Judges Grapple With Invasion Theory in Texas-Biden Border Scrap

The Fifth Circuit delved deeper into the immigration battle on the Mexico border Wednesday, with some judges suggesting Texas can enact enforcement measures independent of the federal government because the state is under invasion.

During oral arguments in New Orleans on Texas’s construction of a floating barrier to deter illegal crossings, several conservative judges suggested the court doesn’t have authority to decide if a surge in migrants equals an invasion.

“If it’s non-justiciable, then the action that Texas has taken stands unmolested,” Judge Jerry Smith said.

Smith mentioning the invasion theory prompted Judge Edith Jones to say she “hadn’t been interested until Judge Smith raised it. Now I’m interested.”

Going back-and-forth with a lawyer for Justice Department, Jones suggested the invasion theory was political, not legal. Thus, Jones asked, “under what circumstances can the United States thwart that attempt at self defense?”

Texas has invoked the federal invasion clause to justify several border enforcement strategies it says are necessary because the Biden administration is failing to seriously crack down on illegal crossings. The most notable is a new law courts have put on hold that would authorize Texas to initiate arrests and deportations under state level crimes. The law, known as S.B. 4, went before a Fifth Circuit panel last month.

Wednesday’s oral argument was before the entire US Court of Appeals for the Fifth Circuit, broadening a dispute on the barriers that thus far has come before only a three-judge panel . Last December, a split panel affirmed a trial court’s preliminary injunction directing Texas to remove the 1,000 feet long barrier near Eagle Pass, a hot spot for migrant crossings. But a month later, the full court vacated the opinion in announcing it would re-hear the case; that allowed for the barriers to return pending review from the full court.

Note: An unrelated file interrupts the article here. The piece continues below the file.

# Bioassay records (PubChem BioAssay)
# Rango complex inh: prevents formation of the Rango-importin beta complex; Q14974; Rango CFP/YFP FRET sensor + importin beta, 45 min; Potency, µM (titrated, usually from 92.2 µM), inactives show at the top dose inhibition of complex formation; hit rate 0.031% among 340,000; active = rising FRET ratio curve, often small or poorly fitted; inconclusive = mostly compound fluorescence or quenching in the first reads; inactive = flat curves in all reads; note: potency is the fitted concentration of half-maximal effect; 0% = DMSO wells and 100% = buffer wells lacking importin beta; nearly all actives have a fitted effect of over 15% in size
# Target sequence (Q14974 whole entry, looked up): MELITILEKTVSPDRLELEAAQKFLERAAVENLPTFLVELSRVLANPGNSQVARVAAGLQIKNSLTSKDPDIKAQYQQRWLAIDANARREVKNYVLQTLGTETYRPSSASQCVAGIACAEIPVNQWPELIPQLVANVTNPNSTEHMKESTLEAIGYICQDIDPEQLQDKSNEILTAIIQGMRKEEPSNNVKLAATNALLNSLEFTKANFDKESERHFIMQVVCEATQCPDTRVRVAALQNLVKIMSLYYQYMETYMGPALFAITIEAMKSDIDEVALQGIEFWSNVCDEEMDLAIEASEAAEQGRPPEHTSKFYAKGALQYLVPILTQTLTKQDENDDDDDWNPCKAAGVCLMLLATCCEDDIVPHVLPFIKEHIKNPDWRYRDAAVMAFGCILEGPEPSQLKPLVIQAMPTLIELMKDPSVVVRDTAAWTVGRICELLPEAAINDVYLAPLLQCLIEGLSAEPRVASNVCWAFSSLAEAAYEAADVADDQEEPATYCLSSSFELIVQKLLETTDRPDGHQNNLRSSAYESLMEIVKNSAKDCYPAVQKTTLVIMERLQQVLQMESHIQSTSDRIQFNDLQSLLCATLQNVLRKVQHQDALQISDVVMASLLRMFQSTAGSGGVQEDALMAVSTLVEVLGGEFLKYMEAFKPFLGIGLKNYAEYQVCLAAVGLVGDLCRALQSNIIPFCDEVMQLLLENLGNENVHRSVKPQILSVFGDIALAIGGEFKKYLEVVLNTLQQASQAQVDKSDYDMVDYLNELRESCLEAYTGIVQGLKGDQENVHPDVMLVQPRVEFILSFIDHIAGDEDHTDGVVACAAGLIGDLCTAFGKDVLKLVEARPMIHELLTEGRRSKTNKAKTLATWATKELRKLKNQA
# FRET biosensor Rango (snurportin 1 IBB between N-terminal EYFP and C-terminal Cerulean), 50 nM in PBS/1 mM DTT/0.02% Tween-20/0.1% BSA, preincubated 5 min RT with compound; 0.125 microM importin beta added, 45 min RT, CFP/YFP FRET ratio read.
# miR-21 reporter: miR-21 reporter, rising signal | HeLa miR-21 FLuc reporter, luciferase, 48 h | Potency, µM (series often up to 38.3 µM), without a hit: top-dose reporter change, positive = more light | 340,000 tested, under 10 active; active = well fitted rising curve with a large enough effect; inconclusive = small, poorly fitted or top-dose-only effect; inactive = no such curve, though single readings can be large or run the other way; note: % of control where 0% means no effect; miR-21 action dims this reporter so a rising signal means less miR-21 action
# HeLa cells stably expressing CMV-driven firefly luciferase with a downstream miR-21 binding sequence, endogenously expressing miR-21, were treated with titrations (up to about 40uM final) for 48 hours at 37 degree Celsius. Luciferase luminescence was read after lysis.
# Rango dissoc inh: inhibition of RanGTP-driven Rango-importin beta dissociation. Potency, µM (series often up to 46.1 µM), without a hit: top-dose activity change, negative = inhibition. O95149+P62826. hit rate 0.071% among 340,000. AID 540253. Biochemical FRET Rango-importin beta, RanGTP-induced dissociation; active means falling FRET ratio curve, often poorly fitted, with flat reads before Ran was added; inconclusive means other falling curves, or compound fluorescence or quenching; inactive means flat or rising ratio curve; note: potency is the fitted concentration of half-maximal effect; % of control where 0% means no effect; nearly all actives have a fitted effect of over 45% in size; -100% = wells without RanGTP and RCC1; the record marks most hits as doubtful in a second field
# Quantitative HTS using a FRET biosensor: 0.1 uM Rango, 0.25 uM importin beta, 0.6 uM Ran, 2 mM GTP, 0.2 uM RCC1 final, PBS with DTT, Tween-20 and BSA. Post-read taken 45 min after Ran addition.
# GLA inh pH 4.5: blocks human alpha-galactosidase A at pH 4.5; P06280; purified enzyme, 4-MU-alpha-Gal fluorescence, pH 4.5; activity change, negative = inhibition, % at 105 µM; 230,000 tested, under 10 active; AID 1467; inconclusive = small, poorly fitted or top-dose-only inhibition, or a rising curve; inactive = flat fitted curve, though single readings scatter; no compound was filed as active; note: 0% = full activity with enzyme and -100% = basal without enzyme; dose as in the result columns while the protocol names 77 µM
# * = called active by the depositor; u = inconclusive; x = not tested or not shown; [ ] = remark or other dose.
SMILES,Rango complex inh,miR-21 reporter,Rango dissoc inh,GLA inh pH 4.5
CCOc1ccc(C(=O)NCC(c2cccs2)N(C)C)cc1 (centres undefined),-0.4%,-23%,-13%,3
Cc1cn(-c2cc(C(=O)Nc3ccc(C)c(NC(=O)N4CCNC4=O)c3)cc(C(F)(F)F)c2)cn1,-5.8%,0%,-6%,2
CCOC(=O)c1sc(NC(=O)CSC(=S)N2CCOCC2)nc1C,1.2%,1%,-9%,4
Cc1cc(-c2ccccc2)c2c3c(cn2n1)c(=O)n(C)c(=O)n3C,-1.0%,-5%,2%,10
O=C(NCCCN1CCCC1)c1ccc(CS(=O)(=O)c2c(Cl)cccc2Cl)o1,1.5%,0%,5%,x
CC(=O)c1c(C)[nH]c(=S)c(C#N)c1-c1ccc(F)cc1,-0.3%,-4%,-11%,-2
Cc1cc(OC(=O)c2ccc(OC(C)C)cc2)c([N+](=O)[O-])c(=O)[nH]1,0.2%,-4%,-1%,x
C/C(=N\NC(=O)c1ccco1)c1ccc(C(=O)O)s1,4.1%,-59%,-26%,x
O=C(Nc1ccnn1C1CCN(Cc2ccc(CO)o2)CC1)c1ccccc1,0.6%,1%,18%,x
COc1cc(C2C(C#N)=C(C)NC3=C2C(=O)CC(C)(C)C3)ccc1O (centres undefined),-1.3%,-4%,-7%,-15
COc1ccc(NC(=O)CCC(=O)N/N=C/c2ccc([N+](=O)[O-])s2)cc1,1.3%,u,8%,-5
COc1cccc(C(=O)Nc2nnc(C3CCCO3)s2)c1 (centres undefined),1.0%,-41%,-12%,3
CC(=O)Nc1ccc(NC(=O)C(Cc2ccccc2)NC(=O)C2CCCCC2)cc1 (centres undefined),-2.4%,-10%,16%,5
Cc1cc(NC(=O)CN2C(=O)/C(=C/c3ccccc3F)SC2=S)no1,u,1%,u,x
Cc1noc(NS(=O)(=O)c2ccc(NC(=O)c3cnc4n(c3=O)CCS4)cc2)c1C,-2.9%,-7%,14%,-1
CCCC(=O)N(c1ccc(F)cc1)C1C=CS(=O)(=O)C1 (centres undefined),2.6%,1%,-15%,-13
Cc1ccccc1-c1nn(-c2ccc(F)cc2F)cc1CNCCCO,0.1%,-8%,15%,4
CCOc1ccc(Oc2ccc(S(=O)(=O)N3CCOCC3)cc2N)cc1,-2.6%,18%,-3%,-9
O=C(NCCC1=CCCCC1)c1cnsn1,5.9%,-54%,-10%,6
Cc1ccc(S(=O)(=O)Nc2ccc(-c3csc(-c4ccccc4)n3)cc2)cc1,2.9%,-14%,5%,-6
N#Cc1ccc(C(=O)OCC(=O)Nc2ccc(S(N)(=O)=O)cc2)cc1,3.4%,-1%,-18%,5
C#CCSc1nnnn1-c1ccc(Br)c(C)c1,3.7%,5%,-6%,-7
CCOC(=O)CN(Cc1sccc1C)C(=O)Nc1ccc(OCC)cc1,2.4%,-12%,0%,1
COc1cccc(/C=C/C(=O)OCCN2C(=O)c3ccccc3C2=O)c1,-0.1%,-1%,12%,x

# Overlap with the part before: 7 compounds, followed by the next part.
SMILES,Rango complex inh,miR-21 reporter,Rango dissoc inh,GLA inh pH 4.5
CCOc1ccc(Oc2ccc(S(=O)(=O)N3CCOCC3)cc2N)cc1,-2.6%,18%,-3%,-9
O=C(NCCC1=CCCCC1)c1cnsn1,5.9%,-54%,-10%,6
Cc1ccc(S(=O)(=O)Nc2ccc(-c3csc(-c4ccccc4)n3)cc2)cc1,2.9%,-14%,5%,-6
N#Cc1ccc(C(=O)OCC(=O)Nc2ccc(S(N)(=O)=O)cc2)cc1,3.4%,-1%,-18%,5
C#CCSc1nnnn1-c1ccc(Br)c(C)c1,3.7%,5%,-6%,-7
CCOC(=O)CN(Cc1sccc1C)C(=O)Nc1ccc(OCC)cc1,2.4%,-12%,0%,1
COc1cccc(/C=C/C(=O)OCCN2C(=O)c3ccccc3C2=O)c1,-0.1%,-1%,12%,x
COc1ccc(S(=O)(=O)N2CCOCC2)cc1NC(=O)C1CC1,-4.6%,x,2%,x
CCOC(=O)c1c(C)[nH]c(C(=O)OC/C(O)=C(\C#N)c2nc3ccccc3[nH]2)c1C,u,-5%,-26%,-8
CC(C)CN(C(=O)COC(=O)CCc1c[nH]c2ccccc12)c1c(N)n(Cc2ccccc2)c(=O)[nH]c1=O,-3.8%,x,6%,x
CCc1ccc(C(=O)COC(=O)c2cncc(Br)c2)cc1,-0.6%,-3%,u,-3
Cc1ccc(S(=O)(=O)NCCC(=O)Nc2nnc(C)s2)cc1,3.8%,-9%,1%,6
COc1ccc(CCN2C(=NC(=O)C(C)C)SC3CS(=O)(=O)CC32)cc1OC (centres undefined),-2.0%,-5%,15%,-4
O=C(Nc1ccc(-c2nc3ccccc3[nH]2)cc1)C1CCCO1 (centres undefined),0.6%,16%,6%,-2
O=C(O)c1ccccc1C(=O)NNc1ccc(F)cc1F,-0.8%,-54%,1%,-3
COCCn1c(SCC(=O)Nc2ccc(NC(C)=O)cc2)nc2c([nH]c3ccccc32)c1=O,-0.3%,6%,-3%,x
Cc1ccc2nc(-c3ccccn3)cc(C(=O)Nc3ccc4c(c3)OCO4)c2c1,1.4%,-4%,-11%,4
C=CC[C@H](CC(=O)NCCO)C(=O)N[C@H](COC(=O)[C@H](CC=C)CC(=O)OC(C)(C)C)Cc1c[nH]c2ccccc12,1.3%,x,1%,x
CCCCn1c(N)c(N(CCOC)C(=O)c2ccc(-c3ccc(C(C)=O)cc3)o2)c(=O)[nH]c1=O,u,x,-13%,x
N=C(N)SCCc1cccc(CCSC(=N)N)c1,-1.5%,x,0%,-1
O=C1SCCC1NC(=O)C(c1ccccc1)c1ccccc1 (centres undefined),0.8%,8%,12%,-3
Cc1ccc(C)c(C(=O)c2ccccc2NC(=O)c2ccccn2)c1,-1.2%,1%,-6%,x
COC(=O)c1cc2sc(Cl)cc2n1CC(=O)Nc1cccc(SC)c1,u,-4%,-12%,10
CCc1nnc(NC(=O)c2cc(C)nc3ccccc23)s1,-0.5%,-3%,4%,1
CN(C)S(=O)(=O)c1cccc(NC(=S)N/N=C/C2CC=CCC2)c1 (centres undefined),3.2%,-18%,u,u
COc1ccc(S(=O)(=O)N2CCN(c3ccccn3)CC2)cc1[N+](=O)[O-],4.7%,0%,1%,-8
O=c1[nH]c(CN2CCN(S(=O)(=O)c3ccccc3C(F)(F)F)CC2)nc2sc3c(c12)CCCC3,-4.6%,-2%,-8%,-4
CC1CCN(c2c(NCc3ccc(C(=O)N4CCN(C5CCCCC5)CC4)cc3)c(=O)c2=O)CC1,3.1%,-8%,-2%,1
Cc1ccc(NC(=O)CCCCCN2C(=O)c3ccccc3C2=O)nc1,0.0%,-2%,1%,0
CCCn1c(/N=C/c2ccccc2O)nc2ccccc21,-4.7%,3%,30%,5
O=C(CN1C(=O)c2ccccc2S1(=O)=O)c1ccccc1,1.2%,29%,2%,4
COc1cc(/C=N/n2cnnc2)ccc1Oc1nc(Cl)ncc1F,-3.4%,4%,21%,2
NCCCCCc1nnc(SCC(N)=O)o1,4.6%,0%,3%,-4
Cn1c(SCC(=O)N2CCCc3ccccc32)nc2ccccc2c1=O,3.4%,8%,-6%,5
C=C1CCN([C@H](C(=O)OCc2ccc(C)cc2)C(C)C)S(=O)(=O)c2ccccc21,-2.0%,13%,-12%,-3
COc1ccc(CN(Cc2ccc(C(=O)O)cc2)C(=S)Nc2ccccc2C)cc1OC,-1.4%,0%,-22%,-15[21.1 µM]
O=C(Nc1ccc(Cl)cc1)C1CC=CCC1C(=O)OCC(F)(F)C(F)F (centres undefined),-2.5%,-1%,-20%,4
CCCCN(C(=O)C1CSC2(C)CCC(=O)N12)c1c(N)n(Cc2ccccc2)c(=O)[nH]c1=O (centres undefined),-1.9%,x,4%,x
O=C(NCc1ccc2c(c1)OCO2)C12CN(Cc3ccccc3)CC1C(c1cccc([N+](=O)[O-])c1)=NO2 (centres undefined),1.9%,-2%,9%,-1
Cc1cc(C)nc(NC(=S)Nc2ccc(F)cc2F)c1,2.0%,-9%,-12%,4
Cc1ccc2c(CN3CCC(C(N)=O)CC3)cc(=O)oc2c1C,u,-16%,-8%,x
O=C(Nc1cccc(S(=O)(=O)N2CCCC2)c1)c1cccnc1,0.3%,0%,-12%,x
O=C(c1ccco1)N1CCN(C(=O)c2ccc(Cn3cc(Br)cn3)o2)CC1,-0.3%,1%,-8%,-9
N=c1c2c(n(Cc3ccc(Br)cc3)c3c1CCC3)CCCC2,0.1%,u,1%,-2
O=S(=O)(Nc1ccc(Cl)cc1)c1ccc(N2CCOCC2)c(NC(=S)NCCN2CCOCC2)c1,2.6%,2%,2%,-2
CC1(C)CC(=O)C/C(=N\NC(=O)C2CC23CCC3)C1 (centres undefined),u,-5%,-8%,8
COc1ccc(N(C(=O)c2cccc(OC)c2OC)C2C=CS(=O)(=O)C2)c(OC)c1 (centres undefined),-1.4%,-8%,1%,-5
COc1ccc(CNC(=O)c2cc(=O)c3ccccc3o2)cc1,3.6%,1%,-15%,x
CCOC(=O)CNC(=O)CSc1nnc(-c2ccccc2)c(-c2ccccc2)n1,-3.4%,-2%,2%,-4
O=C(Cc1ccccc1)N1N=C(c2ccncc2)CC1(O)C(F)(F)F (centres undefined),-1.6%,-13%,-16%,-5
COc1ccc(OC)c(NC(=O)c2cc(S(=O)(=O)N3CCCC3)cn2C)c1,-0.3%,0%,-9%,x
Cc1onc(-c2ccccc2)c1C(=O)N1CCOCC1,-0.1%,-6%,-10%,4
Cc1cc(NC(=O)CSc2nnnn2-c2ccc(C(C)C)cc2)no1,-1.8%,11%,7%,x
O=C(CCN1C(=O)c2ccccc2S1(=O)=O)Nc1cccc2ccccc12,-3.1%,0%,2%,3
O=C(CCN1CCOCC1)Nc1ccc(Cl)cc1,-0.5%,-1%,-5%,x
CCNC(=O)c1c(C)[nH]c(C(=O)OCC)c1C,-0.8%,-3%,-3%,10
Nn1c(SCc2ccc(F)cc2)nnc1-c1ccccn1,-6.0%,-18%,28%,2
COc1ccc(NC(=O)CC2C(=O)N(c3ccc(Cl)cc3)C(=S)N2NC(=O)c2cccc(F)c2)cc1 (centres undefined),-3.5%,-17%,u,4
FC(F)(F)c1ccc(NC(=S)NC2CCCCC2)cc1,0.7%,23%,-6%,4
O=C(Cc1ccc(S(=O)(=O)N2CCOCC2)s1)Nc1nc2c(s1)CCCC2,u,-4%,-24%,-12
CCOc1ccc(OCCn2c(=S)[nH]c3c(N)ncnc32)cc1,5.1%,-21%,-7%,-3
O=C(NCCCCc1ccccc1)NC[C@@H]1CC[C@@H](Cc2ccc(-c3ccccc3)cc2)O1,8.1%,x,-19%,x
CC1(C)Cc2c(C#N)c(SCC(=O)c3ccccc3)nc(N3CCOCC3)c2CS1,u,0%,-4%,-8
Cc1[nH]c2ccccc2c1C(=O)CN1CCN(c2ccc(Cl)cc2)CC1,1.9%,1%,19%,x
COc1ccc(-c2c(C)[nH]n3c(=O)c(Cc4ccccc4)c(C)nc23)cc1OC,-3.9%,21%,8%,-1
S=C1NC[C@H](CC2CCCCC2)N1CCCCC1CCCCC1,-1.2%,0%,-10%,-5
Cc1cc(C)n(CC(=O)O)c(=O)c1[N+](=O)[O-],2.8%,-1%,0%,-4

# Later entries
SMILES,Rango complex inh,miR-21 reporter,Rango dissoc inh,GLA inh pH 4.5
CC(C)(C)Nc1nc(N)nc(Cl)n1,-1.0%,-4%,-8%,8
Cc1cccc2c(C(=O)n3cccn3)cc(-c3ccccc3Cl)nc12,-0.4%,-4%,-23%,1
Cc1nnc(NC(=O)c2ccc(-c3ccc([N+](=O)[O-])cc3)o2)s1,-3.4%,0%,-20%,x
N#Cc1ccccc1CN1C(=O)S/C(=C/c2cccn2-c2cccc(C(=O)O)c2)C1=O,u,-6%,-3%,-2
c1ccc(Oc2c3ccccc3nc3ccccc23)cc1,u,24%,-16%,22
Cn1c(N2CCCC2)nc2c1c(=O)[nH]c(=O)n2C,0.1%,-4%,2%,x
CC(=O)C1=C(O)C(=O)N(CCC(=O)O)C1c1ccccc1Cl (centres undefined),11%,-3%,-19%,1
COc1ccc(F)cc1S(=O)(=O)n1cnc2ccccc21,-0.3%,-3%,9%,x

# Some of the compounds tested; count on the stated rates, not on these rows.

Addressing the invasion claim, Lanora Pettit of the Texas Attorney General’s office said the court can’t address the theory unless the federal government can show “under no circumstance is this an invasion.”

DOJ lawyer Michael Gray said immigration isn’t “the type of invasion the constitution allows.” He also said the barrier violates the federal Rivers and Harbors Act claim by obstructing a navigable waterway; Texas says the strip of water is only 18 inches deep and therefore not navigable.

Judge Andrew Oldham, a Trump appointee, elicited a response from Gray that the federal government’s research shows historically that ferries crossed in the vicinity of the barrier’s location, but not in the specific area.

“Why isn’t that a fatal problem for your theory?” Oldham said.

Judge Don Willett, the lone judge on the December panel that opposed the preliminary injunction, wrote a dissenting opinion saying the stretch of water isn’t navigable.

The arguments represent a preview of a fast-approaching trial on the merits. Set to begin Aug. 6, lawyers will present evidence on invasion and navigability to a trial court judge in Austin. That judge, US Senior District Judge David Ezra, last September issued the injunction against Texas that was the basis for Wednesday’s arguments. More recently, in April, Ezra kept the case alive in rejecting Texas’s bid to dismiss. However, he handed Texas a partial win in ruling the federal government can’t proceed on a claim invoking the Treaty of Guadalupe Hidalgo, signed in 1848.

Judge James Ho, a Trump appointee, on Wednesday accused the federal government of forum shopping by filing the case in Austin, a left-leaning district court situated more than 200 miles from the barrier.

Ho, who previously wrote he believes Texas is under invasion from migrants, said a more appropriate court would’ve been in Del Rio, near the border.

The case is U.S. v. Abbott, 5th Cir. en banc, No. 23-50632, oral argument 5/15/24.